Veteran political writers Don Frederick and Andrew Malcolm offer irreverent takes on the 2008 campaign.
A smiling Hillary Rodham Clinton waved from the front page of the Miami Herald on Monday after an evening of fundraising in Florida. The image of Barack Obama flickered on TV screens across the state, from the Panhandle to the high-rises lining South Florida’s Biscayne Bay.
But don’t call it campaigning. That is forbidden under a pledge the White House hopefuls signed back when Florida threatened to encroach on Iowa’s and New Hampshire’s privileged early spots on the presidential nominating calendar.
The result is an odd but intense competition over not just votes but, perhaps more significant, how to interpret the results of today’s Democratic primary -- which will reward precisely zero delegates.
Clinton, who plans a visit after the polls close, has trumpeted Florida’s importance, especially since Obama walloped her Saturday in the South Carolina primary. She has consistently led in polls here and is being boosted by a get-out-the-vote effort coordinated by friends in organized labor.
“I want the voters in Florida to know that I hear them, that I deeply care about their problems,” the senator from New York told reporters Sunday before flying to the Sunshine State for three closed-door fundraisers. “They have all the problems of a fast-growing state with everything that represents.”
Obama is downplaying Florida’s significance, at least in the Democratic nominating fight. The state -- which introduced “butterfly ballot” and “hanging chad” into the nation’s popular lexicon -- is once again expected to be a political battleground in the fall.
“All of us agreed not to campaign there,” the senator from Illinois said Sunday on ABC News’ “This Week with George Stephanopoulos.” “So, you know, as I said before, when I tell people I’m going to do something or not do something, I try to stick to it. And that’s what I’m going to do with respect to Florida.”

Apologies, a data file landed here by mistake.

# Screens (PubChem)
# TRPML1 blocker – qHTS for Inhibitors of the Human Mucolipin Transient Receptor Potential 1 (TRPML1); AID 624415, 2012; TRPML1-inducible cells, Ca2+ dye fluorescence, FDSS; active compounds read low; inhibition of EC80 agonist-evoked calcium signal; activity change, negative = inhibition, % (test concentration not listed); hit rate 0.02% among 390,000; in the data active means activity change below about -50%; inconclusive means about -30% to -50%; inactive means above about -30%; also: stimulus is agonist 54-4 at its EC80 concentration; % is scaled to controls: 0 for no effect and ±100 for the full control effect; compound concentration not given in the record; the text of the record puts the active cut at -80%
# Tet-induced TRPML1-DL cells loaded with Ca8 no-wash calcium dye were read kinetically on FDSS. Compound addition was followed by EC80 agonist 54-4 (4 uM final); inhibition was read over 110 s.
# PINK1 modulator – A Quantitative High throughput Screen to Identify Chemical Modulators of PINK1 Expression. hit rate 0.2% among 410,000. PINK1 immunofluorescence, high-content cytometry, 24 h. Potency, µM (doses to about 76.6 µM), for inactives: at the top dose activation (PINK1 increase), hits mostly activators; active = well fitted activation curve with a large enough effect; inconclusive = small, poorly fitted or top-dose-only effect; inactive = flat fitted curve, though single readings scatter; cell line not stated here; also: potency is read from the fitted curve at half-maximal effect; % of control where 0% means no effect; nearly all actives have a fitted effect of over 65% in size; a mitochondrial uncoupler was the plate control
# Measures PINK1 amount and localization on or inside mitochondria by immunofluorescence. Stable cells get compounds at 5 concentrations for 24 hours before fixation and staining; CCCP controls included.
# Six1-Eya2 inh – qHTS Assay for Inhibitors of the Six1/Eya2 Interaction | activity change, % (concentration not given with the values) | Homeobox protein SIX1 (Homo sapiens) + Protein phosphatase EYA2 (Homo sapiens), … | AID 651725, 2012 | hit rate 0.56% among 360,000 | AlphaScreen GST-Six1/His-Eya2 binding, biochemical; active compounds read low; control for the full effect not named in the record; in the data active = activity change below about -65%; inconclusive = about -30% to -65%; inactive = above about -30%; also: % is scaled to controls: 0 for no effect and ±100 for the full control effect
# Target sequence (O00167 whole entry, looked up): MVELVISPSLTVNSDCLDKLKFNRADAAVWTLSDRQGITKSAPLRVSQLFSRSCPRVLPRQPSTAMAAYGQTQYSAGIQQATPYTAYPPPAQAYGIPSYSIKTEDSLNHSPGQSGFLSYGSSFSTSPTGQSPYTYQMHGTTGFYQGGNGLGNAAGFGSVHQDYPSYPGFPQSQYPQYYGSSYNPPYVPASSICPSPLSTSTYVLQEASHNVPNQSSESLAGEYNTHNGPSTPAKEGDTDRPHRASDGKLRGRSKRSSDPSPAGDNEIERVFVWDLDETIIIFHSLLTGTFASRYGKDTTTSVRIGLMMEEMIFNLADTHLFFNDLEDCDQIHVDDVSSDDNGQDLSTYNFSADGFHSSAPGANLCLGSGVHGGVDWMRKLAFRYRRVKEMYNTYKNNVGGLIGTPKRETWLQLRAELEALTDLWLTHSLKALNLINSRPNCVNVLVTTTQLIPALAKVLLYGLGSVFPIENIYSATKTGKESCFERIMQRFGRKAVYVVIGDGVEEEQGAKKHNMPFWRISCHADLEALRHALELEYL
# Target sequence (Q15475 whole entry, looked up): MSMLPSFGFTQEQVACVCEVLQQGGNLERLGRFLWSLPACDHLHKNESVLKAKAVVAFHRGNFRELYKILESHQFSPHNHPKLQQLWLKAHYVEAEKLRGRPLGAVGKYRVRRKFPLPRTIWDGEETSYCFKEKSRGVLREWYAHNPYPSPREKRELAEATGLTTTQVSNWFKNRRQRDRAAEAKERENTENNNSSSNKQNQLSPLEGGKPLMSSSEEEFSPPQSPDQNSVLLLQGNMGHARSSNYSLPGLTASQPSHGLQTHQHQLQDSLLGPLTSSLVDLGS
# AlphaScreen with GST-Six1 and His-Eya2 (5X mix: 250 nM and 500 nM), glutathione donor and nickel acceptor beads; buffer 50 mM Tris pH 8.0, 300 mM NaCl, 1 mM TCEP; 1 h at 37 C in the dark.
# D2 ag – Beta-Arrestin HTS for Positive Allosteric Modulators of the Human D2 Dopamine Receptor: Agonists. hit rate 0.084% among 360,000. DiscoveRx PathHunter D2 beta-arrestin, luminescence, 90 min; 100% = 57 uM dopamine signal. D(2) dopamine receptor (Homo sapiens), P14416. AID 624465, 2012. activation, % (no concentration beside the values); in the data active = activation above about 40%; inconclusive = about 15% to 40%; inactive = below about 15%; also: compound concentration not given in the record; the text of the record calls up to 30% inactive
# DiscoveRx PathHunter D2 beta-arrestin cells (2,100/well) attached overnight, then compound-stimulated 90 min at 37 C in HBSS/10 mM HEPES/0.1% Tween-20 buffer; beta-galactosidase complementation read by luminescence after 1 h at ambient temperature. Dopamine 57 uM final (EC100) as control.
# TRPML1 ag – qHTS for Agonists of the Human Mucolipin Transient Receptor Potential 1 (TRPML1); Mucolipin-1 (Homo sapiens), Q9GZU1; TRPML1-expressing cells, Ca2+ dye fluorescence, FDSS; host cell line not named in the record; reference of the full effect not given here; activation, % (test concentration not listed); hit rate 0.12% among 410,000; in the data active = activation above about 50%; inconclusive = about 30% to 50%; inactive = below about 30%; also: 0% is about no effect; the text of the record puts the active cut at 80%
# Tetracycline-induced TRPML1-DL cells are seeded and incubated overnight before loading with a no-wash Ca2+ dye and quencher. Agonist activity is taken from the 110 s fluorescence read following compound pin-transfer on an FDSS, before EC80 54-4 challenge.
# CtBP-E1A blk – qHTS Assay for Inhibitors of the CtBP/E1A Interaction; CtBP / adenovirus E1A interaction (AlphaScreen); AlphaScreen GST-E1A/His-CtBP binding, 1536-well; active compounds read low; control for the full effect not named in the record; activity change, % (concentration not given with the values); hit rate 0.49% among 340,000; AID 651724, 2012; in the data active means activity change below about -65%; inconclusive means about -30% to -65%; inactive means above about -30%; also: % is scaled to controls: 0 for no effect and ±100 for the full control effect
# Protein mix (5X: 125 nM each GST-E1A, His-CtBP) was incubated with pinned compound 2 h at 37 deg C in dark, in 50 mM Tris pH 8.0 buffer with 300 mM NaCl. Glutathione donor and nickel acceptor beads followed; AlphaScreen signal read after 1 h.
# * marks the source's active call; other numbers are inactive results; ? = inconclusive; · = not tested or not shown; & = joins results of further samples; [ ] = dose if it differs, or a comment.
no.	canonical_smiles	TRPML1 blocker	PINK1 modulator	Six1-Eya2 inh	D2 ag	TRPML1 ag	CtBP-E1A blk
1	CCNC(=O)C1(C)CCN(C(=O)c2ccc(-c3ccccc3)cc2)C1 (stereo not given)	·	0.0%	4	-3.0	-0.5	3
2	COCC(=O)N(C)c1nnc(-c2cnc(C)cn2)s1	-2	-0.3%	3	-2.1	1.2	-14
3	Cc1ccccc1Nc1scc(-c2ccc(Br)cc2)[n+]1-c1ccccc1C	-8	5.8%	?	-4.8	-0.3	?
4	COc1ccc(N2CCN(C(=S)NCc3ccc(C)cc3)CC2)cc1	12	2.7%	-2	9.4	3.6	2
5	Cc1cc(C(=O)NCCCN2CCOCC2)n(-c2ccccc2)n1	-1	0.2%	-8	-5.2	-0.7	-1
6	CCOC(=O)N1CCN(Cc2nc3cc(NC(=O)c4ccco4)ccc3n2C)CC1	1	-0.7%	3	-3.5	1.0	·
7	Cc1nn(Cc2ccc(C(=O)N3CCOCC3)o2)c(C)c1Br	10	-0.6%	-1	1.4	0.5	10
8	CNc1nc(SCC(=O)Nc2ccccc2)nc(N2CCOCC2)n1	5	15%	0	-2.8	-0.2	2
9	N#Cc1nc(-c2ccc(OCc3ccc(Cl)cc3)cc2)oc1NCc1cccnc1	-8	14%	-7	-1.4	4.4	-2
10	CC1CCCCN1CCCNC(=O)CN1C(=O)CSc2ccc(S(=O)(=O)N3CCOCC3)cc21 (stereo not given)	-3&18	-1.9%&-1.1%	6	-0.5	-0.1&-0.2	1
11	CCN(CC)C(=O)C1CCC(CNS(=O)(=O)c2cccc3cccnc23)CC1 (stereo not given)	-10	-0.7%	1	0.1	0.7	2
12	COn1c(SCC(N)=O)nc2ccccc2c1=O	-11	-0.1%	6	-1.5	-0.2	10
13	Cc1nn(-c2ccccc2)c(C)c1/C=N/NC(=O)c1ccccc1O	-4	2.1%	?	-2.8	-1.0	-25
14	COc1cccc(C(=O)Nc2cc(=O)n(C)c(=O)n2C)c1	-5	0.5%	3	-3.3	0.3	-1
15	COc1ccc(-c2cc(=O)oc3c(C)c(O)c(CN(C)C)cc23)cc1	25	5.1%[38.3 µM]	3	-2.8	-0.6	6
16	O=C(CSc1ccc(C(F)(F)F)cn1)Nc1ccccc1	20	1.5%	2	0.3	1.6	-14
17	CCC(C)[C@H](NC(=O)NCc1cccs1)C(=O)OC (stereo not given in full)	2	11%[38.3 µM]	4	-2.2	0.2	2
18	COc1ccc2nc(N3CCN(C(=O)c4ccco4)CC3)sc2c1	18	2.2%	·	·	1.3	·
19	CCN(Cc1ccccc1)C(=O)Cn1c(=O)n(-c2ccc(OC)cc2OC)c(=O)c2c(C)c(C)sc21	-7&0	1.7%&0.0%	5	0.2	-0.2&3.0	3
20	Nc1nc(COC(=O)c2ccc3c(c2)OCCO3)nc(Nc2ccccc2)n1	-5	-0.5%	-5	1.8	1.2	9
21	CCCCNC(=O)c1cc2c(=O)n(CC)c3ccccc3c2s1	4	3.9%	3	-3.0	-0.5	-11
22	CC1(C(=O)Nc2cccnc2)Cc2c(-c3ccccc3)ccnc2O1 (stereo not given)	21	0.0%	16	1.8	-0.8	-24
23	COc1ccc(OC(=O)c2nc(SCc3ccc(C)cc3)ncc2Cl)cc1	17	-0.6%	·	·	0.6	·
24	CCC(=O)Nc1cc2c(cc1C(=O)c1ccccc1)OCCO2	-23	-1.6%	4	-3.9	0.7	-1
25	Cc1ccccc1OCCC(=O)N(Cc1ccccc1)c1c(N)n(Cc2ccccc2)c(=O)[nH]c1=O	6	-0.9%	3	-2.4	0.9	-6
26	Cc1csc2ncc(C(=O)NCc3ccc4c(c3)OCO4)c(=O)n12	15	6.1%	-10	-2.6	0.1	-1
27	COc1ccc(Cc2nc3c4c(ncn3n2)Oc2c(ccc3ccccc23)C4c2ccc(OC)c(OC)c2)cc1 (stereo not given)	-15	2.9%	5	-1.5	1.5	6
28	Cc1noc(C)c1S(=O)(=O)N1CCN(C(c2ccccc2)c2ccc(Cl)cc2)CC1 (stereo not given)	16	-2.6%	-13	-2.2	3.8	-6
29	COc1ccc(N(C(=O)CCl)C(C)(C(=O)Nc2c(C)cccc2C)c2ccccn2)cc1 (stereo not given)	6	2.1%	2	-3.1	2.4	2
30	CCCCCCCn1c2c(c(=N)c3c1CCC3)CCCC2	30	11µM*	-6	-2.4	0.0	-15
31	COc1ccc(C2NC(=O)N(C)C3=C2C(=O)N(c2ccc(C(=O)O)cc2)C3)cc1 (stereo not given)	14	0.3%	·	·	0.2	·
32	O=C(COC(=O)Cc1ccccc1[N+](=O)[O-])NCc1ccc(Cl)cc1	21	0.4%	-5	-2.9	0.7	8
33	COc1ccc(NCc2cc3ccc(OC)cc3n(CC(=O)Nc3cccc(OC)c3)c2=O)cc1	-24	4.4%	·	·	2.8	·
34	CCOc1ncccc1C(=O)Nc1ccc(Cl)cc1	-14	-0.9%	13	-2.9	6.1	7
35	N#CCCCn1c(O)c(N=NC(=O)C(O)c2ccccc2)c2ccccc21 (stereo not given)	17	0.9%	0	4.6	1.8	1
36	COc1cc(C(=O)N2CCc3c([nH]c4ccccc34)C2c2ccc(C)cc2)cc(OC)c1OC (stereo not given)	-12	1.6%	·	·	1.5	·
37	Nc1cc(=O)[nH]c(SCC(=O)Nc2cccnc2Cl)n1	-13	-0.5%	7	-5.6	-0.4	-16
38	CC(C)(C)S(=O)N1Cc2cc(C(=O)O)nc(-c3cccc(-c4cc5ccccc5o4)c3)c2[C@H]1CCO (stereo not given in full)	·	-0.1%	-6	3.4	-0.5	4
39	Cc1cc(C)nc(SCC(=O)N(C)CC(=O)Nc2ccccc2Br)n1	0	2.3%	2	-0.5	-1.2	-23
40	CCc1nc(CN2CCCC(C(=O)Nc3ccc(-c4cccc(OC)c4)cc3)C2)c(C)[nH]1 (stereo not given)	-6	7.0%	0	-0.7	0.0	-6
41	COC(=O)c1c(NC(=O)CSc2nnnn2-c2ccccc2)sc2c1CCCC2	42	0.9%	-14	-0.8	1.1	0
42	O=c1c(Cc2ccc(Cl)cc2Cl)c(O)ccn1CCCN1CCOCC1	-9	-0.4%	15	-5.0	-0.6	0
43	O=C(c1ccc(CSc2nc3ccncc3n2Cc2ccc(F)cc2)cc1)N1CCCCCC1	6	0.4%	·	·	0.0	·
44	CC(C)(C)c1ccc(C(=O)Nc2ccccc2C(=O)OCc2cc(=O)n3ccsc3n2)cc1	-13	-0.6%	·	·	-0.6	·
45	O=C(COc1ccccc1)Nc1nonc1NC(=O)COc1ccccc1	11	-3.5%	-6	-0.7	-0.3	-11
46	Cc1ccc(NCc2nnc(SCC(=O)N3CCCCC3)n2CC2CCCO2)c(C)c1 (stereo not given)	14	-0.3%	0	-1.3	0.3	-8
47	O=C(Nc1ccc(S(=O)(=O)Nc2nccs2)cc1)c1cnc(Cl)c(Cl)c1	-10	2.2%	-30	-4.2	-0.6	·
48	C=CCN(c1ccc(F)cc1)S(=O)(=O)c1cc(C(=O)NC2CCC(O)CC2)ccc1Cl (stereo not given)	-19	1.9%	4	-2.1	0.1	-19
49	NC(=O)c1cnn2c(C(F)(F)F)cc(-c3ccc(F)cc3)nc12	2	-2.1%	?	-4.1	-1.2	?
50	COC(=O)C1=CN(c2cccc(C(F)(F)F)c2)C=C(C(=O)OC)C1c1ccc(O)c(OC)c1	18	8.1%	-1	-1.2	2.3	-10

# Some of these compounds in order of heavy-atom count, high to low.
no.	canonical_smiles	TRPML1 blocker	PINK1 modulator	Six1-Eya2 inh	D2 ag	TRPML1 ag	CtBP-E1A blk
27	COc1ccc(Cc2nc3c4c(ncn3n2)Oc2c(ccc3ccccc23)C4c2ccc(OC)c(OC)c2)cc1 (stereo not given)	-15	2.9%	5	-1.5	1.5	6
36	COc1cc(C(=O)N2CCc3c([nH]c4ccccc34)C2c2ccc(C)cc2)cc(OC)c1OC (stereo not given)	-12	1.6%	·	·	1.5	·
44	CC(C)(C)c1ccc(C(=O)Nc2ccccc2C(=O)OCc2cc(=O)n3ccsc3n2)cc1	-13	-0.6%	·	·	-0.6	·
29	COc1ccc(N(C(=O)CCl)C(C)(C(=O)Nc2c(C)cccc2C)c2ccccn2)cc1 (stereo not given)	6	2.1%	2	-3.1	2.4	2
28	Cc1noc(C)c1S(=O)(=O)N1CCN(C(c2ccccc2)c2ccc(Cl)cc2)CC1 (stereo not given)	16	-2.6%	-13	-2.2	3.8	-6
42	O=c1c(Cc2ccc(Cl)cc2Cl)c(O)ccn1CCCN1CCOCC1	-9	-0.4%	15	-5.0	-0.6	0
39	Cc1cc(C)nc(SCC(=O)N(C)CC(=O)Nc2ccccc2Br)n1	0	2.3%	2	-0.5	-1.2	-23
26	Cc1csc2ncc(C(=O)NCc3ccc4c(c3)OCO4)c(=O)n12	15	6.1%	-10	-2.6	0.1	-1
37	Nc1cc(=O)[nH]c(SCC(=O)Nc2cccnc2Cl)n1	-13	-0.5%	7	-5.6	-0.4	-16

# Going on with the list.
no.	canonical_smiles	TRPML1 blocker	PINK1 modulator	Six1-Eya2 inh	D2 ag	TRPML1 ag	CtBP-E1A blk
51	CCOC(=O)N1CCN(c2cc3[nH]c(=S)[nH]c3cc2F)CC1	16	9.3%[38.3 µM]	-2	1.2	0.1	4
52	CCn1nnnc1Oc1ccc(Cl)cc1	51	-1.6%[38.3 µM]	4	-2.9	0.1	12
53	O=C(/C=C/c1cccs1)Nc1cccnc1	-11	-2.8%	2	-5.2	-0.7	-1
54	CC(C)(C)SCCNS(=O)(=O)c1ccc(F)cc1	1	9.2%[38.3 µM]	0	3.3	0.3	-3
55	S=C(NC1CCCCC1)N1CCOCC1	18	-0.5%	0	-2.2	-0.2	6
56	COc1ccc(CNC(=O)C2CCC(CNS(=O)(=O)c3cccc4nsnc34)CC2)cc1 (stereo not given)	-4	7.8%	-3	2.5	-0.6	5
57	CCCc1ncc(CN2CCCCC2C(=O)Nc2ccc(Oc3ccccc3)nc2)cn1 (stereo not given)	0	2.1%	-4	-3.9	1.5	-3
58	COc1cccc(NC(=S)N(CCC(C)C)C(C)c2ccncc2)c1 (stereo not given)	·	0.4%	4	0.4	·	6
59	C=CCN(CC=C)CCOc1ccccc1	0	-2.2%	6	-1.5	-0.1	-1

The quasi-boycott has apparently done little, however, to dampen the enthusiasm of the state’s Democrats. By Monday, nearly 450,000 absentee and early ballots had been cast -- more than four times the number four years ago -- though at least some of that interest may be tied to a hotly contested property-tax measure on the state ballot.
“That says something about the desire of Floridians to vote and make their voices heard,” said Howard Wolfson, a top Clinton strategist. A non-event, scoffed Obama’s campaign manager, David Plouffe. (But the Obama camp couldn’t resist inflating expectations for Clinton’s showing. “She’ll win by 40, 50, 60 points,” said Obama spokesman Bill Burton. “She’ll get the same number of delegates: Zero.”)
Even as they disputed Florida’s significance, both sides denied surreptitiously campaigning in violation of the pledge.
The Clinton campaign pointed out that fundraising behind closed doors was expressly permitted.
Strategists for Obama said his 60-second spot, which began airing last week, is part of a national TV buy, running on cable networks in 49 states besides Florida.
Former Sen. John Edwards of North Carolina, who is also on the Florida ballot, stayed out of the state and steered clear of the back-and-forth.
Democrats have the Florida Legislature to thank for their uncomfortable situation.
Frustrated over the enormous influence of smaller states, Republicans last year pushed through a bill establishing today’s primary date, even though it ignored the voting guidelines set by the two major parties. In response, the Democratic National Committee voted to strip Florida of its delegates to the party’s national nominating convention. The GOP punished Florida by taking away half its delegates.
Undeterred, the leading Republican presidential candidates have campaigned across the state virtually nonstop for the past nine days. Florida now promises to stamp one of them -- most likely Sen. John McCain of Arizona or former Massachusetts Gov. Mitt Romney -- as the favorite for the party’s nomination.
But the no-campaign pledge, pushed by Democrats in earlier-voting states, rendered its ethnic enclaves and stucco suburbs off-limits to the party’s presidential hopefuls.
Steve and Tracie Fitzgerald, a Florida couple in their 40s, had to settle for seeing former New York City Mayor Rudolph W. Giuliani -- a Republican -- during a stop Sunday at Ron Jon Surf Shop in Cocoa Beach.
Steve, an independent, and Tracie, a Democrat, expressed disappointment at the absence of Democratic contenders. “People want their views known,” Steve Fitzgerald said.
However, the eventual Democratic winner is expected to override the national party’s action in time for this summer’s nominating convention. That would enable Florida to seat its full complement of 210 delegates and 31 alternates -- and eliminate any hard feelings as the Democrats fight to carry the state in the fall.
“I’ve never seen a reporter standing in a cornfield in November saying, ‘It all comes down to Iowa.’ Nobody cares what happens in Iowa,” said Joe Garcia, chairman of the Democratic Party in Miami-Dade County. “With a woman or an African American at the top of the ticket, show me another Southern state they’re going to carry, except Florida. We’re going to see a lot of them from the end of February on.”
Times staff writers Louise Roug and Peter Nicholas contributed to this report.